The in silico trial demonstrated 2X the efficacy of the current treatment (>80% vs 39%); 3X shorter treatment time to cure (6 vs 18 months); 1 drug compared to a 3-drug combo for the standard of care; and preclinical results in shorter time than animal models.
Chemists discover the structures of open and closed states of the channel, which could help the development of antiviral drugs to reduce inflammation
UVA Health researchers have developed a powerful new tool to understand how medications affect men and women differently, and that will help lead to safer, more effective drugs in the future.
Boosting virtual screening with machine learning allowed for a 10-fold time reduction in the processing of 1.56 billion drug-like molecules. Researchers from the University of Eastern Finland teamed up with industry and supercomputers to carry out one of the world’s largest virtual drug screens.
Though antibiotics can treat leprosy, researchers are concerned about the increase in drug-resistant strains. Now, a team reporting in ACS Central Science has begun to understand the role certain immune receptors play in leprosy, which could lead to new types of treatments for this disease.
UC San Diego researchers find a combination of drugs outperformed other treatments in human and mouse models of pancreatic cancer; now urge clinical trial.
According to the newly released “Alzheimer’s Disease Drug Development Pipeline: 2023,” there are currently 187 clinical trials in the Alzheimer’s drug development pipeline – the most ever on record. This momentum is driven in part by greater investment from the pharma industry and a bump in biologic therapies – particularly monoclonal antibodies – that were central to the success of both recent FDA-approved drugs.
The annual report spots trends in clinical trial design and outcome measures, and also investigate the types of agents and biological targets that are being pursued.
Strategies to treat pain without triggering dangerous side effects such as euphoria and addiction have proven elusive. Now scientists at Washington University School of Medicine have identified a potential pathway to pain relief that neither triggers addiction nor causes hallucinations.
A potential drug successfully treats the severe form of nonalcoholic fatty liver disease in non-human primates — bringing scientists one step closer to the first human treatment for the condition that is rapidly increasing around the world, a study suggests. Nonalcoholic steatohepatitis (NASH) causes scarring and inflammation in the liver and is estimated to affect up to 6.5% of the global population.
New research has shown that the blood vessels that feed aggressive brain tumours have receptors that could allow a new type of drug-containing nanoparticle to be used to starve the tumours of the energy they use to grow and spread, and also cause other disruptions to their adapted existence, even killing themselves.
Scientists at St. Jude Children’s Research Hospital showed an effective method to avoid activating a major cellular detoxification receptor to overcome drug resistance and toxicity.
Of all the known genetic risk factors for late-onset Alzheimer’s disease, the strongest is a gene for the protein called ApoE4.
Scientists from The Ohio State University have a new theory about how the building blocks of life – the many proteins, carbohydrates, lipids and nucleic acids that compose every organism on Earth – may have evolved to favor a certain kind of molecular structure.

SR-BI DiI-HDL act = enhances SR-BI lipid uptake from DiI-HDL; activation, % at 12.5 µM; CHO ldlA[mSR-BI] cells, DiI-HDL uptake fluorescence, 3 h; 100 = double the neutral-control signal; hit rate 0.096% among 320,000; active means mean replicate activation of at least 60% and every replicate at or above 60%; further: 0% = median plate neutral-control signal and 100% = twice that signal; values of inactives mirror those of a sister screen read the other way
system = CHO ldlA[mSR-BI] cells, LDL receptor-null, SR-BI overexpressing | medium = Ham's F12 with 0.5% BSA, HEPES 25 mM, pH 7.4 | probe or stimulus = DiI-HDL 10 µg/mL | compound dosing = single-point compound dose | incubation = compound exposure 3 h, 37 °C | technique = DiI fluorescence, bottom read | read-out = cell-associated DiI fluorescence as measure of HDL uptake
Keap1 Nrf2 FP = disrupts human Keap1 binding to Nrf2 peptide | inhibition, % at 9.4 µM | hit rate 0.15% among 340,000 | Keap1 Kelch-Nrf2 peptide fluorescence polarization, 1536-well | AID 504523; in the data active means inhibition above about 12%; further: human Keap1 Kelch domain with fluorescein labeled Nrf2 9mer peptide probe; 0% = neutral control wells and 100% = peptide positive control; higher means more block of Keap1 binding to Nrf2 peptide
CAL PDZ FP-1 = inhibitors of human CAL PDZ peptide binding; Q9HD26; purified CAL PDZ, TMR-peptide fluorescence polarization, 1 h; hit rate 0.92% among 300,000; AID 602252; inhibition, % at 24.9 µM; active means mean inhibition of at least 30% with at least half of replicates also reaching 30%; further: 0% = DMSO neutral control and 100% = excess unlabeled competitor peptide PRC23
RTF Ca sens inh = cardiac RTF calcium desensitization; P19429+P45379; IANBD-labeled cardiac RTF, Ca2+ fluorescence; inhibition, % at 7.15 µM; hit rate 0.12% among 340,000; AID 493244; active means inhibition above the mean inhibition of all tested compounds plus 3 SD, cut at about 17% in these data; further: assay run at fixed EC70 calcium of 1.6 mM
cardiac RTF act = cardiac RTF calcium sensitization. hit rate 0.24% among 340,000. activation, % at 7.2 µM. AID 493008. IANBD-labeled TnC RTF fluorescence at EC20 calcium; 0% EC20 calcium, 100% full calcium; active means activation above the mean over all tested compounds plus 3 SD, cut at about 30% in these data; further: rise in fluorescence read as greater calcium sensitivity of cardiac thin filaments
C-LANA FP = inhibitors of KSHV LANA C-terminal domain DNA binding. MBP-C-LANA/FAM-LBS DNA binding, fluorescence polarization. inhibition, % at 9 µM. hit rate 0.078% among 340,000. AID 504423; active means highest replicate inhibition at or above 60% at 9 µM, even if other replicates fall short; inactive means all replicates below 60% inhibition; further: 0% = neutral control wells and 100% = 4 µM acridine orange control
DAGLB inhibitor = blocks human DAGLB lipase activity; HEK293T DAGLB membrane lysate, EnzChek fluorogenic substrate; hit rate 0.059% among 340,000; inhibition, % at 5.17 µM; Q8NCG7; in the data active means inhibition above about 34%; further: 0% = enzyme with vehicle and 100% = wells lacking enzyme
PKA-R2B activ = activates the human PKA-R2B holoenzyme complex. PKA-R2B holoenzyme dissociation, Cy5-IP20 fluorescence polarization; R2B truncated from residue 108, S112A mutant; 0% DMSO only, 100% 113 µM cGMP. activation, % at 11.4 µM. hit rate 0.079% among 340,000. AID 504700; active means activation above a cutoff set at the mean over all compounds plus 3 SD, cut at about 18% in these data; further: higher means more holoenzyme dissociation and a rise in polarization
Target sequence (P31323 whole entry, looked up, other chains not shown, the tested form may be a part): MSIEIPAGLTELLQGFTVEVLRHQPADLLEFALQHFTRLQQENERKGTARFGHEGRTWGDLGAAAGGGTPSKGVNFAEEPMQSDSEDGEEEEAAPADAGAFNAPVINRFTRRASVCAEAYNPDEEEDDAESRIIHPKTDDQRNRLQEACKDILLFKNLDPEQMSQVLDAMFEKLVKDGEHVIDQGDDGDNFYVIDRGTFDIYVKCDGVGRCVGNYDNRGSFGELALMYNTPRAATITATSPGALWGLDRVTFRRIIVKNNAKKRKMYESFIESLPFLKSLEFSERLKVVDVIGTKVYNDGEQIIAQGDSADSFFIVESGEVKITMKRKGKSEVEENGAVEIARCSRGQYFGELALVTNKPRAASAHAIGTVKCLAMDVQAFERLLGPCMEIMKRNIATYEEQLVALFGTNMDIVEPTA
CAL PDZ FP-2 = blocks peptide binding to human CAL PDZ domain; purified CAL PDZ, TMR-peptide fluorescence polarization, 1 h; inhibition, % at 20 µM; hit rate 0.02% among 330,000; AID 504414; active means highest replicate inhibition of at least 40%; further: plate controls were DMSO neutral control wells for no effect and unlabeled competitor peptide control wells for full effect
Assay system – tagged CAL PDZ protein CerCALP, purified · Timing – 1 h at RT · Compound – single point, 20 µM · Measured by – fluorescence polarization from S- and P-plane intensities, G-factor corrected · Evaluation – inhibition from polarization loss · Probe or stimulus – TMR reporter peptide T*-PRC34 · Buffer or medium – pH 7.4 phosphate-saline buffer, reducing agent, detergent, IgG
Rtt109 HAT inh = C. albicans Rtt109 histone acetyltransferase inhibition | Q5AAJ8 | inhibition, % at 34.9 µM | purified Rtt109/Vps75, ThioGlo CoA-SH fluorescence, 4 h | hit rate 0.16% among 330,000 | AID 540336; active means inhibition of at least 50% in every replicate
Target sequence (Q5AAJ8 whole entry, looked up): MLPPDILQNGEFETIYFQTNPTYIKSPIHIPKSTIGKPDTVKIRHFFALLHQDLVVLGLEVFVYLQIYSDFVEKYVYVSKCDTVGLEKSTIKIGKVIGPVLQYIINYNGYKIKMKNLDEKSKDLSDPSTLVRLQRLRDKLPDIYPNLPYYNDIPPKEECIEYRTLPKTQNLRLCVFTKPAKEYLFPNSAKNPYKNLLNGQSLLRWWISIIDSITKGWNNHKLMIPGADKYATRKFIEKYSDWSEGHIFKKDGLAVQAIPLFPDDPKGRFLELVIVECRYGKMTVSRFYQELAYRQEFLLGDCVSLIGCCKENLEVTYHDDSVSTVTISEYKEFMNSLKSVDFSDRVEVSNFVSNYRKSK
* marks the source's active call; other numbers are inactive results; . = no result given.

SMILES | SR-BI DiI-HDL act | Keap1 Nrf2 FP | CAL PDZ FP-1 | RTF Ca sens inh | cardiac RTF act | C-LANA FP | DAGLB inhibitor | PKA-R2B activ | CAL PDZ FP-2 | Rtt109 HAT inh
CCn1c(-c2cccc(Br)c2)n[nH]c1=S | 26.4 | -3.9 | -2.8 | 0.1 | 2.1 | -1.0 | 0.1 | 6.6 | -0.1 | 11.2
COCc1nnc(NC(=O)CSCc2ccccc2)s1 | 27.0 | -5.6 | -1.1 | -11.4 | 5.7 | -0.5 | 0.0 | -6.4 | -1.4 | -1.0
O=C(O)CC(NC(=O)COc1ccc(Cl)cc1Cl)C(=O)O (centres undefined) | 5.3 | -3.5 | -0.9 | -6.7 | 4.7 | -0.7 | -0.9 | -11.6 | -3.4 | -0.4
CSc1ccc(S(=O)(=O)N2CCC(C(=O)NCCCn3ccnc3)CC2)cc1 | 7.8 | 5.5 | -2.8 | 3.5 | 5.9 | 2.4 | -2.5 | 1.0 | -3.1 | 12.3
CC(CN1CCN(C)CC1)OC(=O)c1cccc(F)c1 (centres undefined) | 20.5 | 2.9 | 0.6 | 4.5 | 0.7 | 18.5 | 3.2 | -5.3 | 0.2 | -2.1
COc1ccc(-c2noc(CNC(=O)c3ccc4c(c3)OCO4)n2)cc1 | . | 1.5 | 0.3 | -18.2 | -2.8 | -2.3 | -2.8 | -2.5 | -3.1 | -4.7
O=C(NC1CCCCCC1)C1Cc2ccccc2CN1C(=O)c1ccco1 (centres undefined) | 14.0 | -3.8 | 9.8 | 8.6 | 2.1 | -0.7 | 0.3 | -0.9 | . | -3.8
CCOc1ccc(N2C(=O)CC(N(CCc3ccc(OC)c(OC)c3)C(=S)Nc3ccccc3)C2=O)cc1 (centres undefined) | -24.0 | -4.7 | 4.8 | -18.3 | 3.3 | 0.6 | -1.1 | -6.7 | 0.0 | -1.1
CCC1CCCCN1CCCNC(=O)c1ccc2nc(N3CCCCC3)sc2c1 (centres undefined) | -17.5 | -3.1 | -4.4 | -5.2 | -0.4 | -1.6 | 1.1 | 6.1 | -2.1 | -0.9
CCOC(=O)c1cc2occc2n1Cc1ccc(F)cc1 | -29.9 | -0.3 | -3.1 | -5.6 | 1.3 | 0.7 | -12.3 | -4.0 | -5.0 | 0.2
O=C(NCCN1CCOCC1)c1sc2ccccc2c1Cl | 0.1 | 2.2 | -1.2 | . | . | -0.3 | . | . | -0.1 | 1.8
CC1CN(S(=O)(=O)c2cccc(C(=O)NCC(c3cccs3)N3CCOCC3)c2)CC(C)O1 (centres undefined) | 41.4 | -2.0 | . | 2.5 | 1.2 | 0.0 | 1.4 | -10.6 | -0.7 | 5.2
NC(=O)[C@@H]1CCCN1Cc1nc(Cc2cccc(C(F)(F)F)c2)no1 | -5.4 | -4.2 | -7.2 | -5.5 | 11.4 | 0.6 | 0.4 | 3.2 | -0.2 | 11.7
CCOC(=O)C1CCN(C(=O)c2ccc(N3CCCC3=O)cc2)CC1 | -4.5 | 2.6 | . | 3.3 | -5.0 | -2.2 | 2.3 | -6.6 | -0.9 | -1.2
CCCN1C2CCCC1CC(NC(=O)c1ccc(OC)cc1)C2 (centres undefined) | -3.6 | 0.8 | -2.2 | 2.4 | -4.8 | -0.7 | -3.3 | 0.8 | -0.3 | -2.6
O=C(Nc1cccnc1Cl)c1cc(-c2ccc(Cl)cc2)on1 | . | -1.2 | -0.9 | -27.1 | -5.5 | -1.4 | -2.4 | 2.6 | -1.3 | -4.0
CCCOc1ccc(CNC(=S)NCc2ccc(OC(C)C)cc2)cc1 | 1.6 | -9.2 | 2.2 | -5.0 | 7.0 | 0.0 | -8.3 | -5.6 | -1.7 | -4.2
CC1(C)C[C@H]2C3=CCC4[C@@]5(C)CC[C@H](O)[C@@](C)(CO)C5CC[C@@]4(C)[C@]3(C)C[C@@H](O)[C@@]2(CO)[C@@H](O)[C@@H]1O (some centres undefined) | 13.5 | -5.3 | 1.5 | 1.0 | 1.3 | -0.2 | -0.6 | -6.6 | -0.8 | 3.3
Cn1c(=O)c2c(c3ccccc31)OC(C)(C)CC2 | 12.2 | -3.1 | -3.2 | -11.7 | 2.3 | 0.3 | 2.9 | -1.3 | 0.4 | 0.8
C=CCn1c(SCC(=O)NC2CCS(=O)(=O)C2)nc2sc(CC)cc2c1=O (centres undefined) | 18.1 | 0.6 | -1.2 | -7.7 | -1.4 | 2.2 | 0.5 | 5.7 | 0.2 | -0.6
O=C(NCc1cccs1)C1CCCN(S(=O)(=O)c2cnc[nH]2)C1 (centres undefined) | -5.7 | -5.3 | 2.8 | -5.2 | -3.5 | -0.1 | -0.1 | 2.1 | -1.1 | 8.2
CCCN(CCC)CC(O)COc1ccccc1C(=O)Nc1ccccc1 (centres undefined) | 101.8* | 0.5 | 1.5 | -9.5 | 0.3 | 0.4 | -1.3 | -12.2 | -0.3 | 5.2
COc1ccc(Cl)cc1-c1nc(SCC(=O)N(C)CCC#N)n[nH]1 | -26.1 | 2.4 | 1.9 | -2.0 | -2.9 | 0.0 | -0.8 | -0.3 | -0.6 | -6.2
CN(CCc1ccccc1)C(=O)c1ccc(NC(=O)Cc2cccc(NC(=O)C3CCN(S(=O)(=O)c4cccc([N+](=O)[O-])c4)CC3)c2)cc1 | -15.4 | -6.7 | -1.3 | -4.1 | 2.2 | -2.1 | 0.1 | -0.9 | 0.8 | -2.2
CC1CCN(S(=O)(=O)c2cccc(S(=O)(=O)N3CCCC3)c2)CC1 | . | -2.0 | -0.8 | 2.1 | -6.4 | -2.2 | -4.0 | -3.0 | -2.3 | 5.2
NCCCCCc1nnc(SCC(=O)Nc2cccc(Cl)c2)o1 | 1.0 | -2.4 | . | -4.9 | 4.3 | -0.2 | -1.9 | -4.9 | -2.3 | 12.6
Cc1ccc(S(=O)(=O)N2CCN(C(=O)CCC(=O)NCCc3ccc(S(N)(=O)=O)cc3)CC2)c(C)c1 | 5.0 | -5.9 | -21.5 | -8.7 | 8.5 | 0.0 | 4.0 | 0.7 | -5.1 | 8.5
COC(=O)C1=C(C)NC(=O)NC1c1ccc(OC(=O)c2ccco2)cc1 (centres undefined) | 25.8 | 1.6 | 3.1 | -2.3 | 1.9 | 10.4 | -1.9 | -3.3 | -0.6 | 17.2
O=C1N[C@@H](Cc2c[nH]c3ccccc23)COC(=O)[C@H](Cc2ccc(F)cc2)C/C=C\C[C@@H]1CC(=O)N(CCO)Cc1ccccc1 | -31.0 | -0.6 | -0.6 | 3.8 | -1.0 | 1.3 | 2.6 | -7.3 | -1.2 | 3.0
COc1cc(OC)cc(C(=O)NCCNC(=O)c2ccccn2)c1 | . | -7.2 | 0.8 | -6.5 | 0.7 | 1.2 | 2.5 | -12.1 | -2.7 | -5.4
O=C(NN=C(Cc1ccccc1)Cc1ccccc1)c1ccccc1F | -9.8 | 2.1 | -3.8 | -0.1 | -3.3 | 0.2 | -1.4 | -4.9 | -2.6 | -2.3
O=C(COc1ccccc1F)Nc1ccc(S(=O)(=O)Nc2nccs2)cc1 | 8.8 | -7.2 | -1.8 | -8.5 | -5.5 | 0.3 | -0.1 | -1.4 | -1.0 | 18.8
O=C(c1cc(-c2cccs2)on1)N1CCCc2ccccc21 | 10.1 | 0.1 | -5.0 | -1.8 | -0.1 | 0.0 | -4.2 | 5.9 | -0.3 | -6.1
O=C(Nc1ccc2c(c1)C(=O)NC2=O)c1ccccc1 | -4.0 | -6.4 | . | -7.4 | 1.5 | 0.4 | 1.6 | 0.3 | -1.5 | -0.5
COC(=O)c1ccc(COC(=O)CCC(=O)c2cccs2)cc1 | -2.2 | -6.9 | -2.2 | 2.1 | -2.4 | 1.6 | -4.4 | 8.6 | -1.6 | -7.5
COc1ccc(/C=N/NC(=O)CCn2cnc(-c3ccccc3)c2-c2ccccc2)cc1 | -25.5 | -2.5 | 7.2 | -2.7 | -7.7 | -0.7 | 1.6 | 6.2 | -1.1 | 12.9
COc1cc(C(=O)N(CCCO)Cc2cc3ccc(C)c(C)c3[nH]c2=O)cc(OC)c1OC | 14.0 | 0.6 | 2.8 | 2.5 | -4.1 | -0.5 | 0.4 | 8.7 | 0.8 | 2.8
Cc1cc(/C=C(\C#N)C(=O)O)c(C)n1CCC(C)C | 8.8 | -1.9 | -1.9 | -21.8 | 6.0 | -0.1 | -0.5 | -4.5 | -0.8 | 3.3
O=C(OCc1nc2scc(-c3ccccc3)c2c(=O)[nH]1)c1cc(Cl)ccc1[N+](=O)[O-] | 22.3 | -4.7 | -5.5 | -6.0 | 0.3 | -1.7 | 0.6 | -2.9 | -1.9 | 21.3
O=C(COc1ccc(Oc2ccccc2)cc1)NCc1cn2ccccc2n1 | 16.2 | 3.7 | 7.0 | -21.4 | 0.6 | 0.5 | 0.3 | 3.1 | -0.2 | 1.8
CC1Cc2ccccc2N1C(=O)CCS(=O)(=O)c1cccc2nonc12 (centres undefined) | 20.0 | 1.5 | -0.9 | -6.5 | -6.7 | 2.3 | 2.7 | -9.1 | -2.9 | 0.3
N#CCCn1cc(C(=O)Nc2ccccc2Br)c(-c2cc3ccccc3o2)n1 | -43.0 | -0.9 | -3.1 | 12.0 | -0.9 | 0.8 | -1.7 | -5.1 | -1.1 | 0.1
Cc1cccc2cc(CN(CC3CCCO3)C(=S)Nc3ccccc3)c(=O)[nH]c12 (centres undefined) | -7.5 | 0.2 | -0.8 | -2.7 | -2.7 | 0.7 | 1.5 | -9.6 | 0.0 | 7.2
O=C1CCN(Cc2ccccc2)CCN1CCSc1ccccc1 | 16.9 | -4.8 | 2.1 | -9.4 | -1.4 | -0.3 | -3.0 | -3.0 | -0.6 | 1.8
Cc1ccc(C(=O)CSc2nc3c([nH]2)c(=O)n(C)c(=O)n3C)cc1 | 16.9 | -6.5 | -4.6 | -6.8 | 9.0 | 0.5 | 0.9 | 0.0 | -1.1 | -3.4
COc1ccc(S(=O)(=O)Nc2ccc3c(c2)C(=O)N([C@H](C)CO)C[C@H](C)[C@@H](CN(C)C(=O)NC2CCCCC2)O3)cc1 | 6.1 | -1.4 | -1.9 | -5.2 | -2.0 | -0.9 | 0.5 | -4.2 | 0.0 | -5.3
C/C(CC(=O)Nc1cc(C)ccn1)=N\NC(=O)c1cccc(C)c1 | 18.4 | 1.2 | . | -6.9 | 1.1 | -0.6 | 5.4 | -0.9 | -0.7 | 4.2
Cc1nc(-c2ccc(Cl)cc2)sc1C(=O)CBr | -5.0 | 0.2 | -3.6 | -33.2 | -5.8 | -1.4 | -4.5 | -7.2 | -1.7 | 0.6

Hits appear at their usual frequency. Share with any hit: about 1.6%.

UC San Diego researchers report that a late-stage, pre-clinical small molecule inhibitor reverses malignant hyper-editing by a protein that promotes silencing of the immune response, metastasis and therapeutic resistance in 20 different cancer types.
The researchers looked at a ubiquitin ligase enzyme named FBXL2, known to degrade proteins at various cellular membrane compartments. They found that by attaching or detaching a fat molecule or lipid to FBXL2 — a process called palmitoylation and de-palmitoylation — they could direct where the FBXL2 went. They also discovered that in order to travel in the aqueous cellular environment for the delivery of lipid-modified FBXL2 to membrane compartments, it used a trafficking protein called PDE6D, which is known to shield the lipid modifications.
By tapping into a cellular garbage disposal function, researchers found they could eliminate STAT5 from cell cultures and mice, setting the stage for potential development as a cancer treatment.
Jaime Merchán, M.D., is the new Translational and Clinical Oncology Research Program co-leader at Sylvester Comprehensive Cancer Center, part of UHealth – University of Miami Health System.
Malaria is a devastating disease, with 247 million cases and 619,000 deaths reported in 2021 alone.
As its 11th-anniversary approaches, the National Primate Research Center of Thailand Chulalongkorn University (NPRCT-CU) and the Primates Enterprise Co., Ltd. are pleased to announce two events in February 2023:
The Alzheimer’s Drug Discovery Foundation (ADDF) and Harrington Discovery Institute at University Hospitals in Cleveland have granted an ADDF-Harrington Scholar Award to Christiane Wrann, PhD, DVM, Associate Professor in Medicine at the Cardiovascular Research Center and the McCance Center for Brain Health at Massachusetts General Hospital and the Harvard Medical School in Boston. Dr. Wrann will receive funding and drug development guidance to help advance her research towards potential new therapies for patients suffering from Alzheimer’s disease.
The University of Texas MD Anderson Cancer Center’s Research Highlights provides a glimpse into recent basic, translational and clinical cancer research from MD Anderson experts. Current advances include a cell cycle checkpoint inhibitor with potential therapeutic effects in an ovarian cancer subtype, a telementoring program for French-speaking oncology providers in Africa, insights into the relationship between obesity and immunotherapy side effects, updates to the world’s largest cancer drug discovery knowledgebase, improvements to treatment response by blocking the EGFR pathway, and a novel noninvasive diagnostic test for immunotherapy-related kidney injury.
The ongoing COVID-19 pandemic, caused by the SARS-CoV-2 virus, has been devastating the entire world.
Physician-scientists from Cedars-Sinai Cancer are available for comment on research being presented throughout the San Antonio Breast Cancer Symposium, taking place Dec. 6-10.
Researchers at UC San Diego have identified a new signaling process involving G protein-coupled receptors (GPCRs), a cellular target already exploited by hundreds of diverse drugs. The discovery opens the possibility of new therapies, including for multiple forms of cancer.
The University of Washington has joined the Alliance for Therapies in Neuroscience (ATN), a long-term research partnership between UC San Francisco, UC Berkeley, Genentech (a member of the Roche group) and Roche Holding AG geared to transform the fight against brain diseases and disorders of the central nervous system.